The man’s breath came in wet, ragged spurts, each gasp a shade shallower. His lips moved, mouth working soundlessly for words that would not- could not- come. The girl’s hand brushed back through his hair to rest on the crown of his head. The long, delicate fingers of the other traced the sharp angles of his face, ran lightly across his jawbone, around the ridges of his ear.

The Imp had a curious look on his face. His eyes would not meet Daenerys’. Behind him, Ser Barristan's passive gaze roamed the vault and the bodies on the floor, though it flickered often to the scene before them.

Girl.” She repeated, firmer this time.

The girl didn’t respond. Her forefinger lightly tapped the bridge of the man’s nose, followed the creases around his mouth. For an absurd moment Daenerys felt almost rude, as though she were intruding on a private moment; two pairs of blue eyes like open wounds, boring into each other.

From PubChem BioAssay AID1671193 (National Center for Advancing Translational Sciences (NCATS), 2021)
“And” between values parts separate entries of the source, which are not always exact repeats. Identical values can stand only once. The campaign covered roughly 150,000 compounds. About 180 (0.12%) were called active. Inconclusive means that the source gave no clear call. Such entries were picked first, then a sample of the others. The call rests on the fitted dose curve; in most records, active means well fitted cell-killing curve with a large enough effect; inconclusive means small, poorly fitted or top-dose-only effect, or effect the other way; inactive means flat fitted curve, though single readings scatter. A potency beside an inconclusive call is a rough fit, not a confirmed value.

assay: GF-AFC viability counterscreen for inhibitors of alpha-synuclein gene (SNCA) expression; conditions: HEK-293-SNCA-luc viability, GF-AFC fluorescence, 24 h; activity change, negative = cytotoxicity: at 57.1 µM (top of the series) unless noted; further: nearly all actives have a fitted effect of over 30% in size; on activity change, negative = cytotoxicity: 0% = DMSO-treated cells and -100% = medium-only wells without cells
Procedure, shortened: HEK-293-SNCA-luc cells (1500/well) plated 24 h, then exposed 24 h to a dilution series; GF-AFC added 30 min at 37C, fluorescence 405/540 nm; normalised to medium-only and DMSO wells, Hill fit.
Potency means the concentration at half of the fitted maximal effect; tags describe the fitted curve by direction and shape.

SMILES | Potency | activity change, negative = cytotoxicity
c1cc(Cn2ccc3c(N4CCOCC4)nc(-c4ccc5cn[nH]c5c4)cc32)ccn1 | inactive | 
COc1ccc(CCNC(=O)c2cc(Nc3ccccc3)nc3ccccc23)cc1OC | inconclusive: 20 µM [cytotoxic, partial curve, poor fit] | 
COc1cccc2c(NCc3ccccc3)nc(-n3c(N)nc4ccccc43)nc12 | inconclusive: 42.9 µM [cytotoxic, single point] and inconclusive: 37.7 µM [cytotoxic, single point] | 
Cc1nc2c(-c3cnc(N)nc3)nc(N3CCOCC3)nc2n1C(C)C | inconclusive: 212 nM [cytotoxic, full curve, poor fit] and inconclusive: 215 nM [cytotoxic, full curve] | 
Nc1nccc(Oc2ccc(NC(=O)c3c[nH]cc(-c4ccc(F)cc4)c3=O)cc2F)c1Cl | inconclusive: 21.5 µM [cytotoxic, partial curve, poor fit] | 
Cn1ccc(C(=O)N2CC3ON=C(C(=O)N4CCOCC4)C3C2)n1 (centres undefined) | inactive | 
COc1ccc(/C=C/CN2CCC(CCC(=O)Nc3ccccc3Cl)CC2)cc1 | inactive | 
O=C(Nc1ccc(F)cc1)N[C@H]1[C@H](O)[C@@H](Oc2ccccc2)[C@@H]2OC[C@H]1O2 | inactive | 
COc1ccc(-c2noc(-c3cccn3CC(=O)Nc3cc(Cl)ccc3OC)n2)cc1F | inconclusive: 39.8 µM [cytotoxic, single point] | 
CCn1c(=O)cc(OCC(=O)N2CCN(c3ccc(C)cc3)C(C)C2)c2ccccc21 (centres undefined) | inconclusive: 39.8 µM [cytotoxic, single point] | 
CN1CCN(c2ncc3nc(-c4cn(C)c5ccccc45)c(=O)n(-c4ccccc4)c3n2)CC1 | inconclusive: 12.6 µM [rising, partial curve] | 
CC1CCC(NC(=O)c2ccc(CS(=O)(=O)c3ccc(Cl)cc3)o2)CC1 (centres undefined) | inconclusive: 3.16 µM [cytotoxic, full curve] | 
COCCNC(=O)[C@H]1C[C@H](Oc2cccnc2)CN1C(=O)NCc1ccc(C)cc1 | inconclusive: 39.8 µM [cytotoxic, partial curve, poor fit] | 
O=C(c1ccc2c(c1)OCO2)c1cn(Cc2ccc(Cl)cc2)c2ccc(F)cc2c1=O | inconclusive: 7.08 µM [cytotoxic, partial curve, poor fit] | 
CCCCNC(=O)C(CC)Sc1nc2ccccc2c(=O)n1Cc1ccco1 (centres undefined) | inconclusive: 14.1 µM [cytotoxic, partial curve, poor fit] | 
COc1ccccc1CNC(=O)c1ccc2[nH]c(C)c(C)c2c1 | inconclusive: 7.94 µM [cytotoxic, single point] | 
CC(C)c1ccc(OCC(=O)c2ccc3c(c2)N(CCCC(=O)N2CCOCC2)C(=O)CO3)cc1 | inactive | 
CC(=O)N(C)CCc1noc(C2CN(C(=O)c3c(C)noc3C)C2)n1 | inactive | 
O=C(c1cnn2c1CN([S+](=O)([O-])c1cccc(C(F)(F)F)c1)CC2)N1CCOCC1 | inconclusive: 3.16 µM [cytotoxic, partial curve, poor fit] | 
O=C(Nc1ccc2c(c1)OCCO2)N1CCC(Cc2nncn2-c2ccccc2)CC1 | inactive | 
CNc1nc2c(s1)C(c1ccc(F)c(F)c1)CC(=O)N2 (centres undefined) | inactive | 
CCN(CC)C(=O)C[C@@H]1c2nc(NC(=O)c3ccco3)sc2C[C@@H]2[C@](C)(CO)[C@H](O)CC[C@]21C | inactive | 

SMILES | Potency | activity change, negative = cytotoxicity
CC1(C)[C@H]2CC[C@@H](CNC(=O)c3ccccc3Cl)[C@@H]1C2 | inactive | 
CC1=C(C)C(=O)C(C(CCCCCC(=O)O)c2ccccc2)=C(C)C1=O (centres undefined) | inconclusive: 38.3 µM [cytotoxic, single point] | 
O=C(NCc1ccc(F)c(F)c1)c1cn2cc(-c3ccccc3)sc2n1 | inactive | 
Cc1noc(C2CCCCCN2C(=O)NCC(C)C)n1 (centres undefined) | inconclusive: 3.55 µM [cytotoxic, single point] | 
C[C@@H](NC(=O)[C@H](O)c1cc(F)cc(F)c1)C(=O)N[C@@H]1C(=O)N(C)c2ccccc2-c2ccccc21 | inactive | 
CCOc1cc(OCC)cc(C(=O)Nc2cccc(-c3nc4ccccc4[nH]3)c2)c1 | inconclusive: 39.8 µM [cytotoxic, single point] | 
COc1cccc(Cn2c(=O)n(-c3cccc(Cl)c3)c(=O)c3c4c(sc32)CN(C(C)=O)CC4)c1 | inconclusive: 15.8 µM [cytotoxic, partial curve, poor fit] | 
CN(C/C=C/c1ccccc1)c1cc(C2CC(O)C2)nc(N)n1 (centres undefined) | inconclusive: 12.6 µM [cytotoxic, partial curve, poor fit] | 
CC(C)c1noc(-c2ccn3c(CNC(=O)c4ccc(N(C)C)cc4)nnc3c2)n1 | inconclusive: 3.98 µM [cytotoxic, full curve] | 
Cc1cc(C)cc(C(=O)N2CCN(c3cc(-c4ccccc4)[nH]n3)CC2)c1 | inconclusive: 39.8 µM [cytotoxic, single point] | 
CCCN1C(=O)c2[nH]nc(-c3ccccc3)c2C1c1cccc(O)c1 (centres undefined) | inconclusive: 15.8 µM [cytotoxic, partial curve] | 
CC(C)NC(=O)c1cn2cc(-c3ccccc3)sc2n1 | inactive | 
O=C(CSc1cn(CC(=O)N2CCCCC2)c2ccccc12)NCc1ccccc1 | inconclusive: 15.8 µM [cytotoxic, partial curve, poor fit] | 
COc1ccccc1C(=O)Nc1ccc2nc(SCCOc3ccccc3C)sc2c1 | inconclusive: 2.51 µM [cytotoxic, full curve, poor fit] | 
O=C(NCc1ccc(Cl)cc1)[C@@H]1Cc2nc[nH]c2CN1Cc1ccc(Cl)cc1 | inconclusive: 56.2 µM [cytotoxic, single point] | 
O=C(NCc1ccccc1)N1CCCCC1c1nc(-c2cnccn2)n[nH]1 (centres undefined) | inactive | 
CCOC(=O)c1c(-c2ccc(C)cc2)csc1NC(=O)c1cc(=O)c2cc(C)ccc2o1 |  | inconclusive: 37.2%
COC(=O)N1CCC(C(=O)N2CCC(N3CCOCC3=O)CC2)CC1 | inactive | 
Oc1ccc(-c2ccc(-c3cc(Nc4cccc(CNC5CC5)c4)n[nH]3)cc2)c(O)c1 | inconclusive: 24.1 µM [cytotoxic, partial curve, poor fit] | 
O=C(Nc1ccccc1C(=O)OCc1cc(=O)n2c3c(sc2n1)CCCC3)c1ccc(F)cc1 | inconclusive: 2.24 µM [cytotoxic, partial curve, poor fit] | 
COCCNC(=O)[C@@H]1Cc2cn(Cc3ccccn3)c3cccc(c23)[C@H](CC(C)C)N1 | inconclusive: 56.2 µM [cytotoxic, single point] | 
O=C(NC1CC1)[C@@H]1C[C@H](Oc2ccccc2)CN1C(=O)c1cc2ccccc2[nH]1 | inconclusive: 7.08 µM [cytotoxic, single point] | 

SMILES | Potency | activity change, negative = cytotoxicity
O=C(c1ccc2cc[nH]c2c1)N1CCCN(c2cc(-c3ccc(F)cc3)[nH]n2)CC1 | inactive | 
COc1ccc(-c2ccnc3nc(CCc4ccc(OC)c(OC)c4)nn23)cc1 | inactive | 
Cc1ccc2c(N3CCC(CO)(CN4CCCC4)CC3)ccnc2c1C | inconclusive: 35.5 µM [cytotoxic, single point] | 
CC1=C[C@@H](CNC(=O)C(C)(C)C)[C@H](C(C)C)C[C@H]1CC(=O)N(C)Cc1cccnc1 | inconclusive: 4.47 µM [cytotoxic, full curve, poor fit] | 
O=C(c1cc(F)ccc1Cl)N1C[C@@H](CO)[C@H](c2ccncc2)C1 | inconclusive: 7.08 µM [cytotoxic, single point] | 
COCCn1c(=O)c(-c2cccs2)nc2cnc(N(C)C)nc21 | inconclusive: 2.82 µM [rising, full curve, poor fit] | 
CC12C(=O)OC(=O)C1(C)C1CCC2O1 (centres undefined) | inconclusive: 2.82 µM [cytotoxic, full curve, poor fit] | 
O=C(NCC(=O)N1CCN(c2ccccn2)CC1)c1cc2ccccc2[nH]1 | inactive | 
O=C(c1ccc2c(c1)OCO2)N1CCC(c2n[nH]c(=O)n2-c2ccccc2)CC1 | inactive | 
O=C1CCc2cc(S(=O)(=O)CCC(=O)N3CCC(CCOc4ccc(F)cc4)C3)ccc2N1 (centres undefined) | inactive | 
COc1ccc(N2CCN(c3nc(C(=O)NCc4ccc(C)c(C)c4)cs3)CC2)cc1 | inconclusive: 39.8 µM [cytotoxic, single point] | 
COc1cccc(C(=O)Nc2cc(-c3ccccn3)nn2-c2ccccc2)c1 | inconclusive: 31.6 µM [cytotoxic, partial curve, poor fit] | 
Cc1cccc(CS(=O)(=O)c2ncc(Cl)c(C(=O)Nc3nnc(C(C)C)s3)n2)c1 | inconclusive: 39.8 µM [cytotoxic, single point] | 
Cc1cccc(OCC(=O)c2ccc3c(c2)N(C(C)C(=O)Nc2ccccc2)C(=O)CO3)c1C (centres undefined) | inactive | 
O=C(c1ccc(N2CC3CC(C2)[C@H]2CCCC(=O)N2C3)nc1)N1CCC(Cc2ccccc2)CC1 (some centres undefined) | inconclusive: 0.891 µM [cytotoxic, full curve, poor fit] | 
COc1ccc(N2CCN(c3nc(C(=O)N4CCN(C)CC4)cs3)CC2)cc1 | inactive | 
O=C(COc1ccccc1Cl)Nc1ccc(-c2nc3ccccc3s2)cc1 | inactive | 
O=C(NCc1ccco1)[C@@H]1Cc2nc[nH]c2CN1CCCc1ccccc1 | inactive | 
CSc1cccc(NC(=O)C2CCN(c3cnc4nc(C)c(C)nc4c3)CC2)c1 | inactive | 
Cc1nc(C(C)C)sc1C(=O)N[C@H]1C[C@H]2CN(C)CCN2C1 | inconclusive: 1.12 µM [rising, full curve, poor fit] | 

And then, with a dry rattle, Stannis Baratheon died.

The girl’s hand passed down over the Stag King’s face, sliding shut glazed eyes. Her fingertips ran over the shape of his lips, as if remembering kisses on her brow.

The Imp took a step forward, the scuff of his boots impossibly loud in the silence.

“Child.” He called softly, and as if waking from a dream the girl’s head rose, the light of the torches finally reaching her face.

One cheek and much of her neck was mottled and grey, the dead skin a shadow on her homely face. Her ears protruded and her jaw was a square jut, but the blue eyes that settled on Daenerys were without fear.

“You are the Dragon Queen.” She said.

Daenerys lifted her chin, held the child’s gaze. “Yes.”

The girl blinked and tilted her head to the side. Her thumb brushed over the dark stubble on her father’s cheek.

“I am the Stag Queen.”

Far away, a horn bellowed long and deep.